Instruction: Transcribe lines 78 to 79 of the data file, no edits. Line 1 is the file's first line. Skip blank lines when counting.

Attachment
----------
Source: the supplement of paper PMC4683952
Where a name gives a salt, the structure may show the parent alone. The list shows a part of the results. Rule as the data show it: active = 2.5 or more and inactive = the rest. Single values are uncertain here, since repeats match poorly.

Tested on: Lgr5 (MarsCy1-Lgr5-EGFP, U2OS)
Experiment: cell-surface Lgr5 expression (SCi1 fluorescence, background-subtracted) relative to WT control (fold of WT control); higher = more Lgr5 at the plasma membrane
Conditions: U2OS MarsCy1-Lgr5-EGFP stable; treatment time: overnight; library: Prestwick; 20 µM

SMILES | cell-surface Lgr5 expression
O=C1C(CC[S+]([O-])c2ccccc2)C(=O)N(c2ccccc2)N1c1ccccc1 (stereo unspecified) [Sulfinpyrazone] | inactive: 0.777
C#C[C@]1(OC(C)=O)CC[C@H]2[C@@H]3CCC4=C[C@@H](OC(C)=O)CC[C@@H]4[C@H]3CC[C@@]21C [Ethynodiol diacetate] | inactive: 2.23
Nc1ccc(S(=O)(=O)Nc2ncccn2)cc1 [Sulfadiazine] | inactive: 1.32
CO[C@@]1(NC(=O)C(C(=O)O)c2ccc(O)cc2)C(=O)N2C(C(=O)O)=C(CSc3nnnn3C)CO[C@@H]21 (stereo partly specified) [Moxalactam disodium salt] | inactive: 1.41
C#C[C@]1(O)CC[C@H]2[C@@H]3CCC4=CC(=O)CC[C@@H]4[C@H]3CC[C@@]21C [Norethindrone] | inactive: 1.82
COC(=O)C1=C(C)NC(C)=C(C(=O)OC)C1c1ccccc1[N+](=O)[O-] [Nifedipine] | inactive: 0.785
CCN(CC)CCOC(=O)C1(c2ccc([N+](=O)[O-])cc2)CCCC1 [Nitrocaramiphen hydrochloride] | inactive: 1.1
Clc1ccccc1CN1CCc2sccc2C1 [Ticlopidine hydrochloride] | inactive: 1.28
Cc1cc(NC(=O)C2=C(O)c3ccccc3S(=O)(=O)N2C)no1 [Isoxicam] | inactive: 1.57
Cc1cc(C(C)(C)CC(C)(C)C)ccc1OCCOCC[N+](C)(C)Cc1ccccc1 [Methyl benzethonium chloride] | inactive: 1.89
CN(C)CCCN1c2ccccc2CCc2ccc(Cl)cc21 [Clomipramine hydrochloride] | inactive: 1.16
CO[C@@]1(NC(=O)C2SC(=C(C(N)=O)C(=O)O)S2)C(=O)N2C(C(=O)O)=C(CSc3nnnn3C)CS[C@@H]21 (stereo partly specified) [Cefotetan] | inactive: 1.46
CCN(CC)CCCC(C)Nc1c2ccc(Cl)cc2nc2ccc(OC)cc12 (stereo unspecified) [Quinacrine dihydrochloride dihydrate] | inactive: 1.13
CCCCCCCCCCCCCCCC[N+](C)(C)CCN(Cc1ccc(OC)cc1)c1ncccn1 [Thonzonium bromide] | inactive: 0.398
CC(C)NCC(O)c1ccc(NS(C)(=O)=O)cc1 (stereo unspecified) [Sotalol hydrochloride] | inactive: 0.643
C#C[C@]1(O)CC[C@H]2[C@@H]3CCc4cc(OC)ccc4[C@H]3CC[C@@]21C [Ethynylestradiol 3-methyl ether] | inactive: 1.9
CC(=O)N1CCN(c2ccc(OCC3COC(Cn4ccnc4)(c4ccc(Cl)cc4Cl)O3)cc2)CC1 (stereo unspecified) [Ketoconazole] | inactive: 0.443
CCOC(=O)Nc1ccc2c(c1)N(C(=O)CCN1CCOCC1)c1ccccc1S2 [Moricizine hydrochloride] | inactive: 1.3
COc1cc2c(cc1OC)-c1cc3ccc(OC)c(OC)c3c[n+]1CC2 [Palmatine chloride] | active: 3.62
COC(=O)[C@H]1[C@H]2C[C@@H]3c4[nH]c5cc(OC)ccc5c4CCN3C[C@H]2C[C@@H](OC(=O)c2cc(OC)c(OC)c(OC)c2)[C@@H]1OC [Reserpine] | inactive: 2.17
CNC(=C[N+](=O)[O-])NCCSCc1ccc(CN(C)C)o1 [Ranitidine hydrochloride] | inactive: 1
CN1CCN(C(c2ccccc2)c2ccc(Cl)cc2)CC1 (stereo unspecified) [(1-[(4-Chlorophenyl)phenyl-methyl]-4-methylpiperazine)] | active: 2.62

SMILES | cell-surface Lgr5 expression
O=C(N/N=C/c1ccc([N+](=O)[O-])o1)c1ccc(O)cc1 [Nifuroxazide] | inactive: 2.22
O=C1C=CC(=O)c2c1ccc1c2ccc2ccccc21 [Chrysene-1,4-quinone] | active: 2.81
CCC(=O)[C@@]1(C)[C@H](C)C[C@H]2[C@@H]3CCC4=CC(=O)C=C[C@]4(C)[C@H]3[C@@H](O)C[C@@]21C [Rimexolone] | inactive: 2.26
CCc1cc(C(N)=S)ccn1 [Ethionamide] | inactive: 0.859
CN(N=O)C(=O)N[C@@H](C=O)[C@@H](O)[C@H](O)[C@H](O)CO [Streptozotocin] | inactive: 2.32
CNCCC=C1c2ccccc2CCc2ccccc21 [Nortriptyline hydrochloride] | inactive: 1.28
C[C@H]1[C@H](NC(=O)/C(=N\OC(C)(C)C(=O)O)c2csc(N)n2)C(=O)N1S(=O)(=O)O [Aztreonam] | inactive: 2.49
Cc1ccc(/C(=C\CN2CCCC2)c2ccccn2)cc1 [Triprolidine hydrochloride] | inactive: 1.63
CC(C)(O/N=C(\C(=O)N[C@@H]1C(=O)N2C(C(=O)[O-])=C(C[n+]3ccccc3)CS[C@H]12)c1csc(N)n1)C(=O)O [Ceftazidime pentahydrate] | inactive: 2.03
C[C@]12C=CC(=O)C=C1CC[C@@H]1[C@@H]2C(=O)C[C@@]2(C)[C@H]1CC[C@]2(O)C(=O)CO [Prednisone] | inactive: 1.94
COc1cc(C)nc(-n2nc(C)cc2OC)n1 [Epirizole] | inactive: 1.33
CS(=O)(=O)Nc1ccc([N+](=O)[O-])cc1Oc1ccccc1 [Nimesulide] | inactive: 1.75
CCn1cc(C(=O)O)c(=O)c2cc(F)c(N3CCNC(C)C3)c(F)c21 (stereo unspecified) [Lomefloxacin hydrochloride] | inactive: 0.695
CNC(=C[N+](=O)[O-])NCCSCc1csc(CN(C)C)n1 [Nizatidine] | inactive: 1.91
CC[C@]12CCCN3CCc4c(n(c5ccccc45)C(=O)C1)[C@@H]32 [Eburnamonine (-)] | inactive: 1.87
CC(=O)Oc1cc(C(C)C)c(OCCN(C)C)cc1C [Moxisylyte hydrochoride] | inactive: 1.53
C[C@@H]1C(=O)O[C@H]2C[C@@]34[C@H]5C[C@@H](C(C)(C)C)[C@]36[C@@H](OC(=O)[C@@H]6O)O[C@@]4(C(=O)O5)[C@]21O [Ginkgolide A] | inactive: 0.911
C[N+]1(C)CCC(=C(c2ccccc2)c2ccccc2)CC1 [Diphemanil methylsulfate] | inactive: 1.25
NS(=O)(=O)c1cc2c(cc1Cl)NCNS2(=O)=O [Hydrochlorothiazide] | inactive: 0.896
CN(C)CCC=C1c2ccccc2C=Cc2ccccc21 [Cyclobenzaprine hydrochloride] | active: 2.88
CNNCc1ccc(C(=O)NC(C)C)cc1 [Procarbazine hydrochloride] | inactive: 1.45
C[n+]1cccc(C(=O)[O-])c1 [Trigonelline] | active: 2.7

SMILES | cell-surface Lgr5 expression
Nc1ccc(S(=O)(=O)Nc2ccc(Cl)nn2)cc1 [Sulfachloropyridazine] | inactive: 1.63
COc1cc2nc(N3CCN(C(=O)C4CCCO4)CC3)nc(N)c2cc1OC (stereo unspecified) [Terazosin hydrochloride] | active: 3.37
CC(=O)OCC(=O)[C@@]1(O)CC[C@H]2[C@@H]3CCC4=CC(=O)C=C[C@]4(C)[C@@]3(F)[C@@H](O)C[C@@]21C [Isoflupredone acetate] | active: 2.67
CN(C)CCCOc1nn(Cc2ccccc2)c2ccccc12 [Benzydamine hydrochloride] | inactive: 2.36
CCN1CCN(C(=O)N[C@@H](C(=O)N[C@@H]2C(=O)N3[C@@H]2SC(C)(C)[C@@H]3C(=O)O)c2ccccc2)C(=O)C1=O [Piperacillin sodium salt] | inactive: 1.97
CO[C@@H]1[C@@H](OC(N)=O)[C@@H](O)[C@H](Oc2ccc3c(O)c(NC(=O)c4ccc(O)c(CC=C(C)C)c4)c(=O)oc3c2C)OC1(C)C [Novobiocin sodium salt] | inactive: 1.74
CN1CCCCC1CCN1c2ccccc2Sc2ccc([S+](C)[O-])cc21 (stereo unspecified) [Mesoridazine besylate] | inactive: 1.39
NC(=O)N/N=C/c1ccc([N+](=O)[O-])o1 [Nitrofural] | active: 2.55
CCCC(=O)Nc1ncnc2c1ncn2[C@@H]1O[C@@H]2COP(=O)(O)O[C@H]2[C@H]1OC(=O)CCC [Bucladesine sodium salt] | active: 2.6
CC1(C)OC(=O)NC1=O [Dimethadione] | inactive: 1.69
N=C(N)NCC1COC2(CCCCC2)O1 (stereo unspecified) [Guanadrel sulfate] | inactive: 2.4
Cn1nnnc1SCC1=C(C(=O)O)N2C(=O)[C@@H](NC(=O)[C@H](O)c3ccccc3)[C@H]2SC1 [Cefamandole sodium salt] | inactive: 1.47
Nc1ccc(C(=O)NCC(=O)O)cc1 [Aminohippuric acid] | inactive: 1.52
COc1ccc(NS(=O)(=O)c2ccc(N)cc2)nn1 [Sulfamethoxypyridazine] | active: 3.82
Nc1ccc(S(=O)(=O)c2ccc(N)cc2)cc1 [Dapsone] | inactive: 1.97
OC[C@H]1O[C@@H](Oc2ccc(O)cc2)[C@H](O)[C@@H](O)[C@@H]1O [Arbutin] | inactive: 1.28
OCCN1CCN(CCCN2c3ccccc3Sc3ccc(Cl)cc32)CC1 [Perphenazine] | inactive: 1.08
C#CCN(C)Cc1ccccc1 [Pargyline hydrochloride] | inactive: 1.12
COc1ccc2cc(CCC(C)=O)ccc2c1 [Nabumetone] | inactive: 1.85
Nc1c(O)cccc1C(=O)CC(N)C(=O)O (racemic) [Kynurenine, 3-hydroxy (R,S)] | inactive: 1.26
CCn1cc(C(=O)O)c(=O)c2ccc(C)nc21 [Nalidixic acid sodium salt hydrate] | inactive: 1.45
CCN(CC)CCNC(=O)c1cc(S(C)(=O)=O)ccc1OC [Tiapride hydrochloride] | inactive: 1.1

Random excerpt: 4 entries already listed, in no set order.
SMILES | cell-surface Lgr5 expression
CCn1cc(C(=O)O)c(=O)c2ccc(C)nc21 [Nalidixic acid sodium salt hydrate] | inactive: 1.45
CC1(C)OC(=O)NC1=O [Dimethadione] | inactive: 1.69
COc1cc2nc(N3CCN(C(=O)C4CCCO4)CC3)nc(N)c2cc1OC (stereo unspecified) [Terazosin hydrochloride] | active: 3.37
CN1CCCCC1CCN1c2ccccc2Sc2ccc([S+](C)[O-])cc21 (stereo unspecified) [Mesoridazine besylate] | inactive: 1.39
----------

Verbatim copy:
CC1(C)OC(=O)NC1=O [Dimethadione] | inactive: 1.69
COc1cc2nc(N3CCN(C(=O)C4CCCO4)CC3)nc(N)c2cc1OC (stereo unspecified) [Terazosin hydrochloride] | active: 3.37